The Magazine

The Bush Supreme Court

From the July 18, 2005 issue: The president will be judged by the justices he picks.

Jul 18, 2005, Vol. 10, No. 41 • By FRANK CANNON and JEFFREY BELL
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What has been less often mentioned is that Warren created that crisis, by attempting to time his retirement to coincide with the tail end of the already defunct Johnson presidency. Yes, Warren was a nominal Republican, but the Court had become such a power center in his 16 years as chief justice that its role was already becoming a point of partisan difference, with Democrats favoring a powerful, politicized court and Republicans increasingly alarmed. No less than the mortally wounded Johnson anointing Hubert Humphrey as his chosen successor, Warren was anointing his close court ally Fortas as his successor in the now nearly co-equal position, Chief Justice of the United States. Normally mild-mannered Republican senators, joined by enough conservative Democrats to sustain a filibuster, unexpectedly gagged at the new level of institutional centrality Warren was tacitly demanding.

The allure of the Court as power center has long since infected most of the legal profession. Thirty years ago, Yale Law School was seen as the center of judicial activism, Harvard as more traditional. Today virtually every law school is Yale. Legal elites have shepherded most of the profession into a tacit acceptance of the higher professional status Warren-style activism implies.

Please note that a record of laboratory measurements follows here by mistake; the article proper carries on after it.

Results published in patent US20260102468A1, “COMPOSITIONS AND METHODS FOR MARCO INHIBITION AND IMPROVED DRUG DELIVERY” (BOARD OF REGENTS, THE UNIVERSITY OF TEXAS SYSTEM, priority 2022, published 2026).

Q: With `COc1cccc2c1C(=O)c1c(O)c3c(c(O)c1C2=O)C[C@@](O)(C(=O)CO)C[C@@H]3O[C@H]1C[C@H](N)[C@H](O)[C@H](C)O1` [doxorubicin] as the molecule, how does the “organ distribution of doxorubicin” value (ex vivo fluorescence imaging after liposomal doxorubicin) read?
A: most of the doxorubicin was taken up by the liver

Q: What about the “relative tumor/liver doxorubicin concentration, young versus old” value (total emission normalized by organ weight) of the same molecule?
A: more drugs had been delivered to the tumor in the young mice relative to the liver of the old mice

That is why there can be no such thing as a "stealth strategy" for conservative appointees. Opposing Warren-style activism implies not just a deeply held judicial philosophy, but the kind of strong, stubborn character needed to go against the grain of one's entire profession and its perceived self-interest. In the real world of 2005, no such lawyer exists as a secret devotee. All the professional brilliance and Clinton connections in the world could not disguise Miguel Estrada from Sen. Charles Schumer.

If a year from now, two strong conservatives have been added to the Court, a historic momentum shift, one that eluded Nixon and Reagan, may well have begun. If not, the hegemony of an unelected professional elite will continue and deepen, perhaps not to be reversed for another generation or more. Both sides of this now decades-long struggle will be well aware of the outcome.

Jeffrey Bell and Frank Cannon are principals of Capital City Partners, a Washington consulting firm.